The academic world must react to the Pillar of Shame’s removal

Hong Kong University’s legally dubious dismantling of the monument to Tiananmen Square should provoke global outrage, says Phil C.W. Chan

一月 8, 2022
The Pillar of Shame sculpture
Source: iStock

It is always a sign something shameful is happening when those responsible choose to execute their designs in the middle of the night. In Verdi’s opera Rigoletto, the assassin hired by the eponymous court jester brings him the promised body in a sack at midnight. But the body is not that of Rigoletto’s enemy and patron, the Duke of Mantua, who seduced his daughter, but his dying daughter, who sacrificed herself for the duke out of love. Thus is he rewarded for his faith in malice and his trust in the powerful.

In Hong Kong, it is freedom that is dying. Erosions of the rule of law and the extent of repression in the former British colony have been a matter of international concern ever since pro-democracy protests erupted in June 2019. In June 2020, China imposed a national security law on Hong Kong to suppress all voices of dissent, in breach of the 1984 Sino-British Joint Declaration and the Basic Law of Hong Kong. This has prompted tens of thousands of Hongkongers to relocate (flee) to the UK, while dozens of human rights defenders in Hong Kong are being arbitrarily detained without bail or due process.

As Hongkongers reeled from the city’s sham Legislative Council elections on 19 December 2021, the University of Hong Kong added another act to Hong Kong’s ongoing tragedy.

The city’s oldest institution of higher learning (1911; motto: Sapientia et Virtus) decided to be an enforcer of China’s national security law. In the wee hours of 23 December 2021, it dismantled and removed the Pillar of Shame, a statue commemorating victims of the 1989 Tiananmen Square massacre that had sat on the university’s campus since 1997. University administrators, perhaps to cover the shame they ought to see in themselves, hid the entire operation behind tarpaulins and sought to prevent journalists and students from accessing or filming it. Yet it hit global headlines anyway.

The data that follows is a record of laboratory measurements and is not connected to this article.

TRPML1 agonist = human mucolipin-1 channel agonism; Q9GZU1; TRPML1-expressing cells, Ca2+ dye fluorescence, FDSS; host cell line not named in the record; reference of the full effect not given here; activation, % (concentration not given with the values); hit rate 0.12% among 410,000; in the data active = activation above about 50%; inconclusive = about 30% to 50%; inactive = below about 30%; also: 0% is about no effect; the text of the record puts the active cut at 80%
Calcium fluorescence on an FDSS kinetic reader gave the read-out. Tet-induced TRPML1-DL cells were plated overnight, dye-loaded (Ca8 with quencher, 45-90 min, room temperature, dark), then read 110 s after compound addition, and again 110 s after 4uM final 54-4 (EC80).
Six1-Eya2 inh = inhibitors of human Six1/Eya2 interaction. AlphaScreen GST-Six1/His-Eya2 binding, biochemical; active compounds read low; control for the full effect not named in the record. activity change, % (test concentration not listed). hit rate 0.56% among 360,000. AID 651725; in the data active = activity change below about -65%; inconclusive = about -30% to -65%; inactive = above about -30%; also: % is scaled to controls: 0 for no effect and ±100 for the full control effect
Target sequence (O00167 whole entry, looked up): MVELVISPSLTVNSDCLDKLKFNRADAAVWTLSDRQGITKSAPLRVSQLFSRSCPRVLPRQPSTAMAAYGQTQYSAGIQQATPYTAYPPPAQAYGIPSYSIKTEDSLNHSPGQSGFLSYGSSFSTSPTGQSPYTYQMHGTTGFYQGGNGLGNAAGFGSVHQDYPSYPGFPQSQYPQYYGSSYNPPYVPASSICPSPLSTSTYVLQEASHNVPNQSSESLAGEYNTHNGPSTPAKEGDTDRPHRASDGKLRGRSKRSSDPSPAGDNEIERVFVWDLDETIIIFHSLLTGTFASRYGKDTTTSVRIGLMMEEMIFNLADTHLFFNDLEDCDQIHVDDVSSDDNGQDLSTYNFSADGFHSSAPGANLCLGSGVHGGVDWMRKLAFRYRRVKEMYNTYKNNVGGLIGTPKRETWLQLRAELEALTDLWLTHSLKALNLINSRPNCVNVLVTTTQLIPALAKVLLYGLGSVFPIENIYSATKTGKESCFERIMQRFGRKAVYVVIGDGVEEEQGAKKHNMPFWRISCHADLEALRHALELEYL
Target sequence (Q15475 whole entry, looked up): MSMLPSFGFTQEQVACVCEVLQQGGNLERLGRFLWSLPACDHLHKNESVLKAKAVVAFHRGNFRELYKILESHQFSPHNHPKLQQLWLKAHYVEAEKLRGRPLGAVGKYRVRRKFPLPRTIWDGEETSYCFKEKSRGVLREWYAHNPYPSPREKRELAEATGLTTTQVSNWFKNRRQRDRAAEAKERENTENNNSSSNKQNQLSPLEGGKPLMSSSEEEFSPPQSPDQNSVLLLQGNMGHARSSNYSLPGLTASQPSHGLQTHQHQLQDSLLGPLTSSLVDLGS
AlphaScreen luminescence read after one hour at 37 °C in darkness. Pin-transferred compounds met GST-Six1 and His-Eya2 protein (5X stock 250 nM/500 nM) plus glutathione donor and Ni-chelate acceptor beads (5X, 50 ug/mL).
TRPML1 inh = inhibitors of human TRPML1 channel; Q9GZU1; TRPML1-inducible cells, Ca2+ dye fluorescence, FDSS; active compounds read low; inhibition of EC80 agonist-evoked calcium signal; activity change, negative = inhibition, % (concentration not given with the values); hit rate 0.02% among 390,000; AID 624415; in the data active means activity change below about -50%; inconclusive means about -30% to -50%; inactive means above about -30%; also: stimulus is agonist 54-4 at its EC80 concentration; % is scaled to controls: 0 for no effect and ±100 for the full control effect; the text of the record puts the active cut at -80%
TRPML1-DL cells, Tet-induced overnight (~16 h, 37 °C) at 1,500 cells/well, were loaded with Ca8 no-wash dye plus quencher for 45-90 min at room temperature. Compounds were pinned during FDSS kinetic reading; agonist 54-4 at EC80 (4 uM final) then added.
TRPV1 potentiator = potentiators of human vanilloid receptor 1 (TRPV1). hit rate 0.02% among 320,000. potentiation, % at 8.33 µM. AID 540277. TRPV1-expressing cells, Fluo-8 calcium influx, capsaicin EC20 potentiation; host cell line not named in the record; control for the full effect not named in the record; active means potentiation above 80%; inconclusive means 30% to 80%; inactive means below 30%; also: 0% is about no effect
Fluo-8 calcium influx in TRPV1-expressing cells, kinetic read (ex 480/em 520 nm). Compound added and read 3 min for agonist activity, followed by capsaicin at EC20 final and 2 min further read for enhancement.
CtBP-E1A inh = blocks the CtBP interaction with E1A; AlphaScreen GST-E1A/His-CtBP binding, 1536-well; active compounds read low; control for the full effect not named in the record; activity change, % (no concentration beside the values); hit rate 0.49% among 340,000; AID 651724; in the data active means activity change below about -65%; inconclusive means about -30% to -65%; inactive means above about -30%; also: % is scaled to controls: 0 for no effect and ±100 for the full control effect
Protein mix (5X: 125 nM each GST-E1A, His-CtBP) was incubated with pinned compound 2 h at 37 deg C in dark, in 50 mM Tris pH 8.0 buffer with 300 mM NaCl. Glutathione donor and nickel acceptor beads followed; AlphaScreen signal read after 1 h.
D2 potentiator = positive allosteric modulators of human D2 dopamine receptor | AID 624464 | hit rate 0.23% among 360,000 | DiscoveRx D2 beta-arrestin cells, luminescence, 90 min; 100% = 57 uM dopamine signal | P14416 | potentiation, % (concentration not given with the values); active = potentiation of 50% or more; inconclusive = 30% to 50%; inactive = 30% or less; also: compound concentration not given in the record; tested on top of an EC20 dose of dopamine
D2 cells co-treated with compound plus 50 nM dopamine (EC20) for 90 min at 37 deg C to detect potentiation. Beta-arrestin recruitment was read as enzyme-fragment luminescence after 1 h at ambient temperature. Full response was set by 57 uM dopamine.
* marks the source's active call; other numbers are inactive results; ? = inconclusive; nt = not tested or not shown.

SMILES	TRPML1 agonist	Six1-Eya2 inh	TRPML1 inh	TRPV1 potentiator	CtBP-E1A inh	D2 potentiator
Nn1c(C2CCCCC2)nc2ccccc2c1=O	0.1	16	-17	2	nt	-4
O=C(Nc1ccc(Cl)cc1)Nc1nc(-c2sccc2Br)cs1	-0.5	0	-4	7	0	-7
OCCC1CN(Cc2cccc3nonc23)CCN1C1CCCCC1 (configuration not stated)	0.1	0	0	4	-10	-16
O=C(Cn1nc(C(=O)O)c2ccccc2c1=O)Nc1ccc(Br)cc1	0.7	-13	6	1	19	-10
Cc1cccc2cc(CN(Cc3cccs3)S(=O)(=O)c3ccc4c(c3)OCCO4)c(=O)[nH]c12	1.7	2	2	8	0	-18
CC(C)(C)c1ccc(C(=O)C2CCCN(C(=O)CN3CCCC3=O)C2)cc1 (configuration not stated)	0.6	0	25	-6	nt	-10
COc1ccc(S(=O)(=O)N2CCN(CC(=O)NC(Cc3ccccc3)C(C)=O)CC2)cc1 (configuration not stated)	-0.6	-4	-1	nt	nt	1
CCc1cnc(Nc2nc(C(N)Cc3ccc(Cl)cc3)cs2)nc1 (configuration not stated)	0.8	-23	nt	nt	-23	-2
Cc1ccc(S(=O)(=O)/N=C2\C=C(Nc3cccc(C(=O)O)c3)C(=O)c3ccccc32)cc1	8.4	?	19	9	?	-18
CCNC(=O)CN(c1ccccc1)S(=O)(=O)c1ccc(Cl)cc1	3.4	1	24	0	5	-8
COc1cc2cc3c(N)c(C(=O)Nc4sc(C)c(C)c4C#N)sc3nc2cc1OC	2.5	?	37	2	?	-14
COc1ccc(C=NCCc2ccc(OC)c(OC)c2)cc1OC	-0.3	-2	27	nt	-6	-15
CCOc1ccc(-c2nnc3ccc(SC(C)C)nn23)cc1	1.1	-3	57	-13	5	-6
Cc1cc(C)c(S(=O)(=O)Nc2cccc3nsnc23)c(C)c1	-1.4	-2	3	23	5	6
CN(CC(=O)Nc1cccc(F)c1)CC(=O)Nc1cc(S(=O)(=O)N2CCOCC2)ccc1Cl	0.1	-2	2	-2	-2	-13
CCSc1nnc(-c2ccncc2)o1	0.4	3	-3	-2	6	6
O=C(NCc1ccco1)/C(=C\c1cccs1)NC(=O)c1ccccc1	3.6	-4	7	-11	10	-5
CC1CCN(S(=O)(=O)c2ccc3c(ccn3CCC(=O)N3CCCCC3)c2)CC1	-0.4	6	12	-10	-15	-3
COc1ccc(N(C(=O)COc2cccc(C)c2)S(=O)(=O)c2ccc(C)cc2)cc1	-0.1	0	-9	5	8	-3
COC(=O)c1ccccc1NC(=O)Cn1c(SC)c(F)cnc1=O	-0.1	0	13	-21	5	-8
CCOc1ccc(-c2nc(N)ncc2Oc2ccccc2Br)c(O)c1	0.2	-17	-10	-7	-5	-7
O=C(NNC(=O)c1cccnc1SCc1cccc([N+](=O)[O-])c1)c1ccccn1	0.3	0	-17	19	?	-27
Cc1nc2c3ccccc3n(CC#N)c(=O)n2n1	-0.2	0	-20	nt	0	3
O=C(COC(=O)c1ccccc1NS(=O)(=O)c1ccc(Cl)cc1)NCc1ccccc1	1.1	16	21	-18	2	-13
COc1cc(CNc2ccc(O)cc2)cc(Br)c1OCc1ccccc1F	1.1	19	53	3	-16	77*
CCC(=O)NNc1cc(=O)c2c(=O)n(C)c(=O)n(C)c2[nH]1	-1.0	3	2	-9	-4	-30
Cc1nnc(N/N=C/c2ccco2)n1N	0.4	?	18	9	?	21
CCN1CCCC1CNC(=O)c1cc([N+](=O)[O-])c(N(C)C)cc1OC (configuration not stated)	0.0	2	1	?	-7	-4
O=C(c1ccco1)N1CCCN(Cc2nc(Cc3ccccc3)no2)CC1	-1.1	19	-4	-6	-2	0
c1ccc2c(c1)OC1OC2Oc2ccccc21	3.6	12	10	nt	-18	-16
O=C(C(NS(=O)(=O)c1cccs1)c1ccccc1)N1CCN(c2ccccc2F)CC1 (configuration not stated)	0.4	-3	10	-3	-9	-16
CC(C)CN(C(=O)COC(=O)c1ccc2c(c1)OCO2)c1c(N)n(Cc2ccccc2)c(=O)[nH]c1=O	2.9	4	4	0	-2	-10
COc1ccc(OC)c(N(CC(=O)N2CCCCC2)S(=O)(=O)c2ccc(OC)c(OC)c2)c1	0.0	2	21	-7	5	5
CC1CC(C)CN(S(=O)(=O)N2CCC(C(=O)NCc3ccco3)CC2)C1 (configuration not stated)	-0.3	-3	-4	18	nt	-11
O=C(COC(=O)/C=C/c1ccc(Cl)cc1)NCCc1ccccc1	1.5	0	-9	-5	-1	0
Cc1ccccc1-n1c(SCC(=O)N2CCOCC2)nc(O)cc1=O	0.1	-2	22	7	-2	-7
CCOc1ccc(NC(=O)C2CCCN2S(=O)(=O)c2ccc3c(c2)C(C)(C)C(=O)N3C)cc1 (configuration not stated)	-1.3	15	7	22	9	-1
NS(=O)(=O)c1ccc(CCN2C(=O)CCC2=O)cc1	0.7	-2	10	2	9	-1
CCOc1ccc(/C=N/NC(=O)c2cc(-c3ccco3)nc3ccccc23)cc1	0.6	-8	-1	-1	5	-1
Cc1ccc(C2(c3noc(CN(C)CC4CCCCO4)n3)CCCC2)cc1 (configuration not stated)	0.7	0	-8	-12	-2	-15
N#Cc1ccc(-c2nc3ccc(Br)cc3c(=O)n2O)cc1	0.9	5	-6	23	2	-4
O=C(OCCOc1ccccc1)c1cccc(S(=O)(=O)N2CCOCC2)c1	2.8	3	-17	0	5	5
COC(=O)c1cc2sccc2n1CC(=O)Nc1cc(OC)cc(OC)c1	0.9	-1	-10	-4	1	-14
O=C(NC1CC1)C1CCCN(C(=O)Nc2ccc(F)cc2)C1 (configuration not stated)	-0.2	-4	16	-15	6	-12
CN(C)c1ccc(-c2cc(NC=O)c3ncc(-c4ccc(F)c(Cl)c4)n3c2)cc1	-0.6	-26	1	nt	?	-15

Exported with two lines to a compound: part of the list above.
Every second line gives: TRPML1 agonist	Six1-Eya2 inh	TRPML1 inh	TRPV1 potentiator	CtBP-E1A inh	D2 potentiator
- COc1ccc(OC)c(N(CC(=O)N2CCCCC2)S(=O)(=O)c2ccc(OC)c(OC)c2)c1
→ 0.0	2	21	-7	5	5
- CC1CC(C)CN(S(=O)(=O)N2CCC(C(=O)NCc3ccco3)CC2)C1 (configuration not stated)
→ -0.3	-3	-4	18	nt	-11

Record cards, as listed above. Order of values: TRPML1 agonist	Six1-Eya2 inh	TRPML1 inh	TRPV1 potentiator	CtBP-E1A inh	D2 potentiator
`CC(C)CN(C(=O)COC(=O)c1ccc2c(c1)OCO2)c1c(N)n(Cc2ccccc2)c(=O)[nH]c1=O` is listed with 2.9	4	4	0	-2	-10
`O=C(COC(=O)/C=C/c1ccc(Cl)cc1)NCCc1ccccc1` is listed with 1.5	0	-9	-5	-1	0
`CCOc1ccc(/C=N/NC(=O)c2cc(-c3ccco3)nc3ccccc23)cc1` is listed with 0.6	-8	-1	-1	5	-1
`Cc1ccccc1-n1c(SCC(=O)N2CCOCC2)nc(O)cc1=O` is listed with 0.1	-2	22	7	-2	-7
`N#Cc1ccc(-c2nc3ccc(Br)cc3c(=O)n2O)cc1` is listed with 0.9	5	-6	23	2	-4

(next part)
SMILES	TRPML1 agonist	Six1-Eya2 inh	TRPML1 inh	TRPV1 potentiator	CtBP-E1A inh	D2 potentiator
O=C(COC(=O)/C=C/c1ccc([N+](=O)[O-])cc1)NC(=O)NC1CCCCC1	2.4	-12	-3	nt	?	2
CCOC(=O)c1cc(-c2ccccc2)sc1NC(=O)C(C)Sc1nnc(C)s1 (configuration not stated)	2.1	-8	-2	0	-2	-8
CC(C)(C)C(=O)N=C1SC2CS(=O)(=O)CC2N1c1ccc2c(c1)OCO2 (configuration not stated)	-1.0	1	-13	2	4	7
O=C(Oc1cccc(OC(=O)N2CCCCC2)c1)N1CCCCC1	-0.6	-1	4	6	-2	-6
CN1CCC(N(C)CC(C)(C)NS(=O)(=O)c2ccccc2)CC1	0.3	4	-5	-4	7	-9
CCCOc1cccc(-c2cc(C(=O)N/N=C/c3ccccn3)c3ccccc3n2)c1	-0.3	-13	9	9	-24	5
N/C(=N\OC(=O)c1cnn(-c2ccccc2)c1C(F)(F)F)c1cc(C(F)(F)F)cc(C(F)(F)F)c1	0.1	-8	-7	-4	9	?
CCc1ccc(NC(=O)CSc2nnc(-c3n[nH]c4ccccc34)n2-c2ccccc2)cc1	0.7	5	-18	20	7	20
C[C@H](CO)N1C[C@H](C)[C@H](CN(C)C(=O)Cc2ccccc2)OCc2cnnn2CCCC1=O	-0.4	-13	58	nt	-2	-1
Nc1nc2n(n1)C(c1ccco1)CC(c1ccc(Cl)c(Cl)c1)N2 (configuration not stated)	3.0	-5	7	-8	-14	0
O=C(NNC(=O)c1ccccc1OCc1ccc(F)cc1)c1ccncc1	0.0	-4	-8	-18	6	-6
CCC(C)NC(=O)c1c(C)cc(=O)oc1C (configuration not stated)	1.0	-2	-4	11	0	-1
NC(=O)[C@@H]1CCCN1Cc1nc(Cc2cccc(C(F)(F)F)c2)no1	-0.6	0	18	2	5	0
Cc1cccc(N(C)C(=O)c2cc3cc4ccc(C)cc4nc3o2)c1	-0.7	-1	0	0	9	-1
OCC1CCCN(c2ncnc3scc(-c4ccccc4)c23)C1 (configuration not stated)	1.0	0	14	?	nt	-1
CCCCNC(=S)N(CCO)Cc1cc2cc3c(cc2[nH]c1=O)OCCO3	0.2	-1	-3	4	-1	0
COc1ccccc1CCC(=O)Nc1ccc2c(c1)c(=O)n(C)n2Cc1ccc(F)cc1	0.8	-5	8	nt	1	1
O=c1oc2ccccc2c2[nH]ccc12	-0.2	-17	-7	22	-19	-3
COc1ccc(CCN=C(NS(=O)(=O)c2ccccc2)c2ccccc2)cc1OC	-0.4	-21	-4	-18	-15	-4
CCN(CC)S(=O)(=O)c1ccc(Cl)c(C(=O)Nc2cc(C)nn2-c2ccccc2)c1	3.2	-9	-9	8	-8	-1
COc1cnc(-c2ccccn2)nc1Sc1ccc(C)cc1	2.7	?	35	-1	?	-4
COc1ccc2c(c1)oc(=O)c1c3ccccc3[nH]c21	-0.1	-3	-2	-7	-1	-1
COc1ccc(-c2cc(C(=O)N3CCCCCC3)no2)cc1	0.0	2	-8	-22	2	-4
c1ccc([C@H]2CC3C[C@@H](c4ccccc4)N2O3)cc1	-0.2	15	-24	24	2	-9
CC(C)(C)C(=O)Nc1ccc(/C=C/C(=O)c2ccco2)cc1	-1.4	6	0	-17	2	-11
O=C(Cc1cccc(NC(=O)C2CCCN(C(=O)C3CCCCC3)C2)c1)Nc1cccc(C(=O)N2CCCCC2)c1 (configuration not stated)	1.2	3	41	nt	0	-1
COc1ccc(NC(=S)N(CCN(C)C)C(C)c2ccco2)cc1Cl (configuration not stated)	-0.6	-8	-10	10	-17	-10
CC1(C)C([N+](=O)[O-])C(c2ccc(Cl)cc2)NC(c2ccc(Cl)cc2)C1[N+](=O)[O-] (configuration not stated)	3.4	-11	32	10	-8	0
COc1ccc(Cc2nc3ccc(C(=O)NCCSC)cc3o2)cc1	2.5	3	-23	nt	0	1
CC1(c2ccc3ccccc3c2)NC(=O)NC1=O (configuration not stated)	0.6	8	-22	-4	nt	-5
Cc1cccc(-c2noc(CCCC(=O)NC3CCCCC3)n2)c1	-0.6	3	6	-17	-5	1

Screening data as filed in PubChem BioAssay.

It is beyond dispute that the University of Hong Kong does not own the statue, created by Danish sculptor Jens Galschiøt in 1996. Since last summer, the university had been seeking its removal by its “legal guardians” (many of whom have since been detained under China’s national security law, including Cambridge-educated barrister and activist Tonyee Chow Hang-tung) – even though its law firm, Mayer Brown, withdrew its representation on the matter as its representation became a subject of international condemnation.

It is unclear the extent to which the statue may have been damaged and what its fate will be, but the university has, prima facie, committed criminal damage and theft. Section 60(1) of the Crimes Ordinance states that “a person who without lawful excuse destroys or damages any property belonging to another intending to destroy or damage any such property or being reckless as to whether any such property would be destroyed or damaged shall be guilty of an offence”. Section 2(1) of the Theft Ordinance states that “[a] person commits theft if he dishonestly appropriates property belonging to another with the intention of permanently depriving the other of it; and thief and steal shall be construed accordingly.” Rules of estoppel come into play as the university had allowed on sufferance the statue to remain on its campus for 24 years; the university’s hands, as a court of equity would likely hold, are very dirty indeed.